Sore nipples – how can I get them to heal?
The best way of getting sore nipples to heal is to ensure that your baby gets a good latch. If you are struggling to get baby to latch on properly, ask your child health clinic for help. Cleanse any sores on your nipples daily using clean water, with no soap. Make sure your hands are clean and avoid touching your nipples directly. Good hygiene is important in preventing breast infection and inflammation (mastitis). There is no evidence that balms or salves aid healing, but a rich, thick-textured cream or ointment (intended for nursing mothers) around the sore can help relieve pain. A foam bandage can help the sore to heal and relieve pain. Alternatively, you can relieve sore nipples by manually expressing or pumping your milk.
Sores on my nipples – what should I do if they do not heal?
Sometimes, sores on nipples are slow to heal. You should ask your child health clinic to check how well your baby is latching on. If baby is getting a good latch, but your sores are still not healing, they may be infected with bacteria and need treatment. To find out, you’ll need to have your nipple swabbed for bacteria. Ask your child health clinic or GP for help taking a bacterial sample. Sores should be cleansed daily using clean water, with no soap. Possible treatments include antiseptic cream or antibacterial ointment. Advice on treating sores (for healthcare professionals) is available from the website of the Norwegian National Advisory Unit on Breastfeeding (ammesenteret.no).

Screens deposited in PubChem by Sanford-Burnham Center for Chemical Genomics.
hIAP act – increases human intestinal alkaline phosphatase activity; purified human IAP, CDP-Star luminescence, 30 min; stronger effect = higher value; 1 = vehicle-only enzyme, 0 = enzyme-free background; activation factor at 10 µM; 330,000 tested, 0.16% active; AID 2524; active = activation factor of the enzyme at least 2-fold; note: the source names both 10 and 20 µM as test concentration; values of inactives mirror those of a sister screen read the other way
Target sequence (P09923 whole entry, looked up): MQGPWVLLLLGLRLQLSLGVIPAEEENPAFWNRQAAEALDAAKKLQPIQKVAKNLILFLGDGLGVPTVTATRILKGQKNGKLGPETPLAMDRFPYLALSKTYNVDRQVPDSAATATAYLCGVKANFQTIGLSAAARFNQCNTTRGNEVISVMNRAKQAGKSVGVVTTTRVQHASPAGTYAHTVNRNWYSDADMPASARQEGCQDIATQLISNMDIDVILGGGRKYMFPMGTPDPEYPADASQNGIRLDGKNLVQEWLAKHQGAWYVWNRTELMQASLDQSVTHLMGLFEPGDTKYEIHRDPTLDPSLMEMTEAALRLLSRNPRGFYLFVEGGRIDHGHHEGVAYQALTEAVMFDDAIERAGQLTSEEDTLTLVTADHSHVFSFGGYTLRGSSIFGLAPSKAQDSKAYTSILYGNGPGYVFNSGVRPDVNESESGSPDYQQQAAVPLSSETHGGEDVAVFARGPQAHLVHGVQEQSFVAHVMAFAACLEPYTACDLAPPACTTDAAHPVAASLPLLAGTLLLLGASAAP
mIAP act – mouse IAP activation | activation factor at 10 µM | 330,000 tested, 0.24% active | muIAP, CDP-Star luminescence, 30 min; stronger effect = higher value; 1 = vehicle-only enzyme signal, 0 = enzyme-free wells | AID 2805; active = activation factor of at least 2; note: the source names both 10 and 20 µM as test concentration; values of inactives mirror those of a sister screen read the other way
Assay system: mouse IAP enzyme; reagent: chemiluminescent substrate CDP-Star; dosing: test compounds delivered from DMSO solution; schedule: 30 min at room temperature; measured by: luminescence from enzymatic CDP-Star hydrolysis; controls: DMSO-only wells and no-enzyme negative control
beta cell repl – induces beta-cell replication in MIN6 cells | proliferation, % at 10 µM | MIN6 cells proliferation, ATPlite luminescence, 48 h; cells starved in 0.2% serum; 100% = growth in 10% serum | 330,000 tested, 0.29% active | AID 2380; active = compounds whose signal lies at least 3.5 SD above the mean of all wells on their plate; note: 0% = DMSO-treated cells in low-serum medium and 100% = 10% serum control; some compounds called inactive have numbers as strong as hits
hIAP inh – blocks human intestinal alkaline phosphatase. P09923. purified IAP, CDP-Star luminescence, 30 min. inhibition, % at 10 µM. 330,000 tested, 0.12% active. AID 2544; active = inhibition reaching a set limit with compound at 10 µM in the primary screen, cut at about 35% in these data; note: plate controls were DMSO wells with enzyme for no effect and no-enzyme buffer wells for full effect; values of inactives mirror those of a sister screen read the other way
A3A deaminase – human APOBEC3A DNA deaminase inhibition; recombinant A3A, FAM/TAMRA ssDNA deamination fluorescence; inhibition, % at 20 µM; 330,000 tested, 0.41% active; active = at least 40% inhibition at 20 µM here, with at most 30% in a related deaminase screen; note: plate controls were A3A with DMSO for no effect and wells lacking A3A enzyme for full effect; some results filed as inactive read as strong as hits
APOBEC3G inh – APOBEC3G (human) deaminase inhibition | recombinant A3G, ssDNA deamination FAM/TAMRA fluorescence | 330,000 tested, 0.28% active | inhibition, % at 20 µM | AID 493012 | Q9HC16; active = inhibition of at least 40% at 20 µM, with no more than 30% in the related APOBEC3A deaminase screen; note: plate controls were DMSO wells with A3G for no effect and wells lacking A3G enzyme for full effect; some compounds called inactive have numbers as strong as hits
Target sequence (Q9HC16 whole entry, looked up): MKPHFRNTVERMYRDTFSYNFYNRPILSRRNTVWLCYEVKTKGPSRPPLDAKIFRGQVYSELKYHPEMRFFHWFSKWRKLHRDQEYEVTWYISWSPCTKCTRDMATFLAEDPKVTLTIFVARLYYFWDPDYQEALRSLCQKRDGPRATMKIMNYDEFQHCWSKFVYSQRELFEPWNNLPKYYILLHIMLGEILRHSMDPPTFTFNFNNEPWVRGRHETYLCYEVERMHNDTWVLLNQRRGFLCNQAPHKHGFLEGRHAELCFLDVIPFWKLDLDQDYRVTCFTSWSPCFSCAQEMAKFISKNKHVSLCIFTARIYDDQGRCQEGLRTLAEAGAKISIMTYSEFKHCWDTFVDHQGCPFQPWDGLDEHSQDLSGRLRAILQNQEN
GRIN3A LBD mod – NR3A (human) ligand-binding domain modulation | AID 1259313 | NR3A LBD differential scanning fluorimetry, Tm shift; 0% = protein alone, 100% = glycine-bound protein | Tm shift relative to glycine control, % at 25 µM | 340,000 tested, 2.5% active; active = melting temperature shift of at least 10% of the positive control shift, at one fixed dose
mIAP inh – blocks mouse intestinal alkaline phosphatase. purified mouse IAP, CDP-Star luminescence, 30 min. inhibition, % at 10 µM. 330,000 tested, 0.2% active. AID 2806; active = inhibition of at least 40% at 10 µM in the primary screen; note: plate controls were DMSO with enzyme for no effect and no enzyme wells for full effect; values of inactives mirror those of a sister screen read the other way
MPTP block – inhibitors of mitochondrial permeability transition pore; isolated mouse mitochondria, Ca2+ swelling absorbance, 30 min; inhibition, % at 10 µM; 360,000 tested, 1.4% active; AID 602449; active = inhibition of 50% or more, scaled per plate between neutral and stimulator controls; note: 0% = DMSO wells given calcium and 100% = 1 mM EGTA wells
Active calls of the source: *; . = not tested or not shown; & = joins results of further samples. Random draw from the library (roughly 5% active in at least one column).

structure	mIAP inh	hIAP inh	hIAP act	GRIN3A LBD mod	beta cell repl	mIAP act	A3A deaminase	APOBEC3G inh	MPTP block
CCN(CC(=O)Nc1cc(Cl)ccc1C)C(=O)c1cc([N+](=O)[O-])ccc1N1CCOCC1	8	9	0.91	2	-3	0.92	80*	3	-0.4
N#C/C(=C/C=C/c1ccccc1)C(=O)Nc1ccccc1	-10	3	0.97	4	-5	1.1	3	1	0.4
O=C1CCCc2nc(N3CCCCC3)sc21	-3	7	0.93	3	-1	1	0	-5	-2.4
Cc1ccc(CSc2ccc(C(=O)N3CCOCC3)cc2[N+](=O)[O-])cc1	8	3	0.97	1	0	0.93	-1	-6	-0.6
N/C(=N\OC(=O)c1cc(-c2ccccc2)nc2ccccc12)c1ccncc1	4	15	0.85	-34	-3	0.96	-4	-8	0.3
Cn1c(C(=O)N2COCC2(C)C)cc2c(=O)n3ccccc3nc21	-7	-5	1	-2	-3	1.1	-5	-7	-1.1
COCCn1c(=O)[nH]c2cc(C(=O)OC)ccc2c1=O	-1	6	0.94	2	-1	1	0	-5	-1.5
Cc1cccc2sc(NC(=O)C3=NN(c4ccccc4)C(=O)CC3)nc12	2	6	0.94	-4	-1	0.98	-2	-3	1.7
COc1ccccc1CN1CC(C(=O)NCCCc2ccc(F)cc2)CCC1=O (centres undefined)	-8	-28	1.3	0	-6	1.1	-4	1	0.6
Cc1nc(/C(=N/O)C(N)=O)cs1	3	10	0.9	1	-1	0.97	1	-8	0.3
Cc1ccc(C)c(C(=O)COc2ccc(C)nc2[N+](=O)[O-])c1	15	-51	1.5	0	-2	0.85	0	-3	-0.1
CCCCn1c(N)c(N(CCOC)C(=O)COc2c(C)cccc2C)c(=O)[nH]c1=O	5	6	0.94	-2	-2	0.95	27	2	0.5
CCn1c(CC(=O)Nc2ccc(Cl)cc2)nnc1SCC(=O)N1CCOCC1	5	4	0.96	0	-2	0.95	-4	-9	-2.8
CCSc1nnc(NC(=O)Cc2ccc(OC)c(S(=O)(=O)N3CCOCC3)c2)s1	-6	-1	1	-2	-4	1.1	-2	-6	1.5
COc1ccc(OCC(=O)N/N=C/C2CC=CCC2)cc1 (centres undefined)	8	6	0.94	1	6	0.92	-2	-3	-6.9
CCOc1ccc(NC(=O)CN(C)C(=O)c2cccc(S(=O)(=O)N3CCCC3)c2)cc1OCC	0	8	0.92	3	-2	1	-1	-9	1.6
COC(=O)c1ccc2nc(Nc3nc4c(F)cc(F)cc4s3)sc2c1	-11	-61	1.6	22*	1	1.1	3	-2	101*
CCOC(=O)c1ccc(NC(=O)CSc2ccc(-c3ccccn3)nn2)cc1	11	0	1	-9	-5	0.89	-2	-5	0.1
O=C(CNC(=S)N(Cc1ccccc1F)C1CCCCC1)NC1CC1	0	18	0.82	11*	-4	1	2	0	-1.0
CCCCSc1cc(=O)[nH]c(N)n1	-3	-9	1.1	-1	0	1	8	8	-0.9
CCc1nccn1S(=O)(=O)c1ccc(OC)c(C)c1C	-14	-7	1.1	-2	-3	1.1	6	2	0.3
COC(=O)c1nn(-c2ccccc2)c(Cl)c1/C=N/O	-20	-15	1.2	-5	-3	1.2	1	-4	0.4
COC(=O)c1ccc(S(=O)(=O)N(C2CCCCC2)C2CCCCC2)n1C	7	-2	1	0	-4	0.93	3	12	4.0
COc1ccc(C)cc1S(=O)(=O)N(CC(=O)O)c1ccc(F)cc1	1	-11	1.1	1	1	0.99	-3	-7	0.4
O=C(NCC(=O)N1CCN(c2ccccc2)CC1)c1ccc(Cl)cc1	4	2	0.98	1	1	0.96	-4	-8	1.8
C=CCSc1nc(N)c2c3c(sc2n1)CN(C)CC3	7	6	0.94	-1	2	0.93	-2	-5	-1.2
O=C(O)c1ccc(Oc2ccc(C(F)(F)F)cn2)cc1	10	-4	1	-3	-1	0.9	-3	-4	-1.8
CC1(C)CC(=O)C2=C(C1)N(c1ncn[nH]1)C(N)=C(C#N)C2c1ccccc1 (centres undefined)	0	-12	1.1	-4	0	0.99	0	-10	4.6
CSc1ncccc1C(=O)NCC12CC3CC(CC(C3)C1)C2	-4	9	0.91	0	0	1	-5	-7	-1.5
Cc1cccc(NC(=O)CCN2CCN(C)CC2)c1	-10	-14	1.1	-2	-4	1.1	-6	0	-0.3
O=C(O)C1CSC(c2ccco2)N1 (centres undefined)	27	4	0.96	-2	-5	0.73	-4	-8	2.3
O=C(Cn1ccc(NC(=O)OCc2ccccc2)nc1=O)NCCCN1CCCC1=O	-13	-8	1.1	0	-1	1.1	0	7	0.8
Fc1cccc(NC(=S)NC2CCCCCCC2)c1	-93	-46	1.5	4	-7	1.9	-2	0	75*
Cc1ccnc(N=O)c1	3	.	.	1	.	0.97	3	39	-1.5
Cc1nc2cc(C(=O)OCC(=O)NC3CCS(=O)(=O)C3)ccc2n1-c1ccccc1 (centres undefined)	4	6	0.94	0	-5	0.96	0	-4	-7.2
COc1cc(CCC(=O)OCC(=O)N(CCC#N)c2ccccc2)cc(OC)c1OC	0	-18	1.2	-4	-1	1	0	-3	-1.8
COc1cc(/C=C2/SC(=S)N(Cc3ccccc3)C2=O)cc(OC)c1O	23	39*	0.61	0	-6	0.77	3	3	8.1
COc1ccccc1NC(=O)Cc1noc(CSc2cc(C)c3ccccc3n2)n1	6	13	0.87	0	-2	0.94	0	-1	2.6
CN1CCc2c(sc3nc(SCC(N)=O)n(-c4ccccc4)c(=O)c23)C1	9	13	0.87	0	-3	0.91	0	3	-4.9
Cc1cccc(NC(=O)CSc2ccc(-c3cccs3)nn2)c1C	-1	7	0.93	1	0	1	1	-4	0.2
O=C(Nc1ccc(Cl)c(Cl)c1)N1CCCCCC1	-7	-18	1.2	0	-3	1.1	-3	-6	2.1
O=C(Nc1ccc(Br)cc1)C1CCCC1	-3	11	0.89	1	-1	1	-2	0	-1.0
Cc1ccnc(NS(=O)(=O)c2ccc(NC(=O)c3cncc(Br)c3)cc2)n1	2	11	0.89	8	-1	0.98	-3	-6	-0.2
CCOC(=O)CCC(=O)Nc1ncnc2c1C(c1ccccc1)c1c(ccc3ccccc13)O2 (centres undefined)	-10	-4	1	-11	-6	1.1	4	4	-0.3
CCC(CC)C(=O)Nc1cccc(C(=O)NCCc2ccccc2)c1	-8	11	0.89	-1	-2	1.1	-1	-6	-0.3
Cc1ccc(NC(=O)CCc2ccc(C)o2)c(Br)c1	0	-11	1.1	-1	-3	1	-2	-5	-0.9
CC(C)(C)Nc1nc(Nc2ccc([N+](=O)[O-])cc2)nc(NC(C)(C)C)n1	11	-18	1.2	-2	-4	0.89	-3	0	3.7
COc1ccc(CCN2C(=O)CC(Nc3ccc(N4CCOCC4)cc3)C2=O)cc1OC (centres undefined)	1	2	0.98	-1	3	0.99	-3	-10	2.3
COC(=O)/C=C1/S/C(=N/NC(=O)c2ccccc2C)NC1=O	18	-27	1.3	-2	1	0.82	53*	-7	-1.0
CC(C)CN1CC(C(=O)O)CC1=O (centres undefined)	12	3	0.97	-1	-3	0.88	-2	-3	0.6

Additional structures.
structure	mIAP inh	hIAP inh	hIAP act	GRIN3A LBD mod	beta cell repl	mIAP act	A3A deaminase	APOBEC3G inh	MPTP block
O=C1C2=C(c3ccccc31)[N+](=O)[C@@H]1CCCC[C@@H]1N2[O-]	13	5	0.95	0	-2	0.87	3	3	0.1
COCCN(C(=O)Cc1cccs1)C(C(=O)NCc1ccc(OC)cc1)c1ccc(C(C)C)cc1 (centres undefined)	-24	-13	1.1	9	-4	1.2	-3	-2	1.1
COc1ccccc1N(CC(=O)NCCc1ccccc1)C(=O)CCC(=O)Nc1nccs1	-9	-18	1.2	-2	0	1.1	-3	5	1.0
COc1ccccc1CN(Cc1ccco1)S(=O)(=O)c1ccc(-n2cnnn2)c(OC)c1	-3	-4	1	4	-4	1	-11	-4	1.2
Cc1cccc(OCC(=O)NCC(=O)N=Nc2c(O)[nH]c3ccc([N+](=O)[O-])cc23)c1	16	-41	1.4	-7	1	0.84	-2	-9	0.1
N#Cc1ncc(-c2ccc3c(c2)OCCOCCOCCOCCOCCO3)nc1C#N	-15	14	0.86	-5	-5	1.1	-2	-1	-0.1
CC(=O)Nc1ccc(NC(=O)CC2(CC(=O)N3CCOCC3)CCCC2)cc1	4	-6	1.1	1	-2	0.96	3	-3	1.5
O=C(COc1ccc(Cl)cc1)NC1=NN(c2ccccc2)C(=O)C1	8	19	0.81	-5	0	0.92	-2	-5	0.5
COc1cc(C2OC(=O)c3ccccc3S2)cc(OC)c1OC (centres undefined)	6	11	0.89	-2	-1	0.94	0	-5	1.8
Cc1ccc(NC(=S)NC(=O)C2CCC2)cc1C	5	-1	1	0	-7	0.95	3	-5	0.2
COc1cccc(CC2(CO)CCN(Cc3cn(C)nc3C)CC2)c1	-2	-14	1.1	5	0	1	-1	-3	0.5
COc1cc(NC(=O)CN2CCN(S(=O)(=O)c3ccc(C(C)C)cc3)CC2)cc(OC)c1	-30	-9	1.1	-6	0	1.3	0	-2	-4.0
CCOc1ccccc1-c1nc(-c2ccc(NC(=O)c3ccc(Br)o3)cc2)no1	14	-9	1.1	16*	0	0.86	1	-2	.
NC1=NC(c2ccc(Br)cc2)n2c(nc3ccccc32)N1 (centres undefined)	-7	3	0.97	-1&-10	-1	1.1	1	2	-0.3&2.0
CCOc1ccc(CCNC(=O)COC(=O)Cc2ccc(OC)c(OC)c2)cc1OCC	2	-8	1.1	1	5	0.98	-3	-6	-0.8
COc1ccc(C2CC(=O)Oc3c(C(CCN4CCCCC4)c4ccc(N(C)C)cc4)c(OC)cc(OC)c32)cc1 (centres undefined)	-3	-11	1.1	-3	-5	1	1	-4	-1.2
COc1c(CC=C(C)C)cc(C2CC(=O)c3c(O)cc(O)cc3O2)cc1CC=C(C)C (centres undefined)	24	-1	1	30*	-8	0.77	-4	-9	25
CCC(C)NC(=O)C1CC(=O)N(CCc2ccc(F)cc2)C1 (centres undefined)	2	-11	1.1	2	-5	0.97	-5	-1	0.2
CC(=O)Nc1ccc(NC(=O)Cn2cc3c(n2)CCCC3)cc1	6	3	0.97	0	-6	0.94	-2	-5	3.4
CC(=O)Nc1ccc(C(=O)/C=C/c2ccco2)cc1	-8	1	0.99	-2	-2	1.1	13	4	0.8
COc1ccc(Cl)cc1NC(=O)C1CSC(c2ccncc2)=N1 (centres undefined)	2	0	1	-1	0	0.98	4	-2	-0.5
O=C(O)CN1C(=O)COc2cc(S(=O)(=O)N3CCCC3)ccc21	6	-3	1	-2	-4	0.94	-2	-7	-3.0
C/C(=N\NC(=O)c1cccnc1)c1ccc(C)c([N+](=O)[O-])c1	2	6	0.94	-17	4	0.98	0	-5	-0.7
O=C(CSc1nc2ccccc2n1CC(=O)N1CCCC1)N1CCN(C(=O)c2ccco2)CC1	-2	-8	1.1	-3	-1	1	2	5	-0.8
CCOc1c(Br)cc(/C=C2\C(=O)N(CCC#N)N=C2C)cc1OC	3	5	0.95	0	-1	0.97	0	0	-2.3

Large breasts – how can my baby get a good latch?
If you have large, heavy breasts, it can be difficult for your baby to latch correctly. A heavy breast can easily slip out of baby's mouth. If you have large breasts, it may be helpful to support your breast during feeds. Use a hand, or a towel rolled up and placed under your breast. As soon as baby opens wide over your breast, you can help by moulding your breast so she gets as much breast tissue as possible in her mouth. To do this, squeeze your breast gently so as to make it easier for baby to get plenty of breast in her mouth. You can continue to support your breast while breastfeeding.
Learn how you can help your baby latch on well
Illustration: Ole Walter Jacobsen - Helsedirektoratet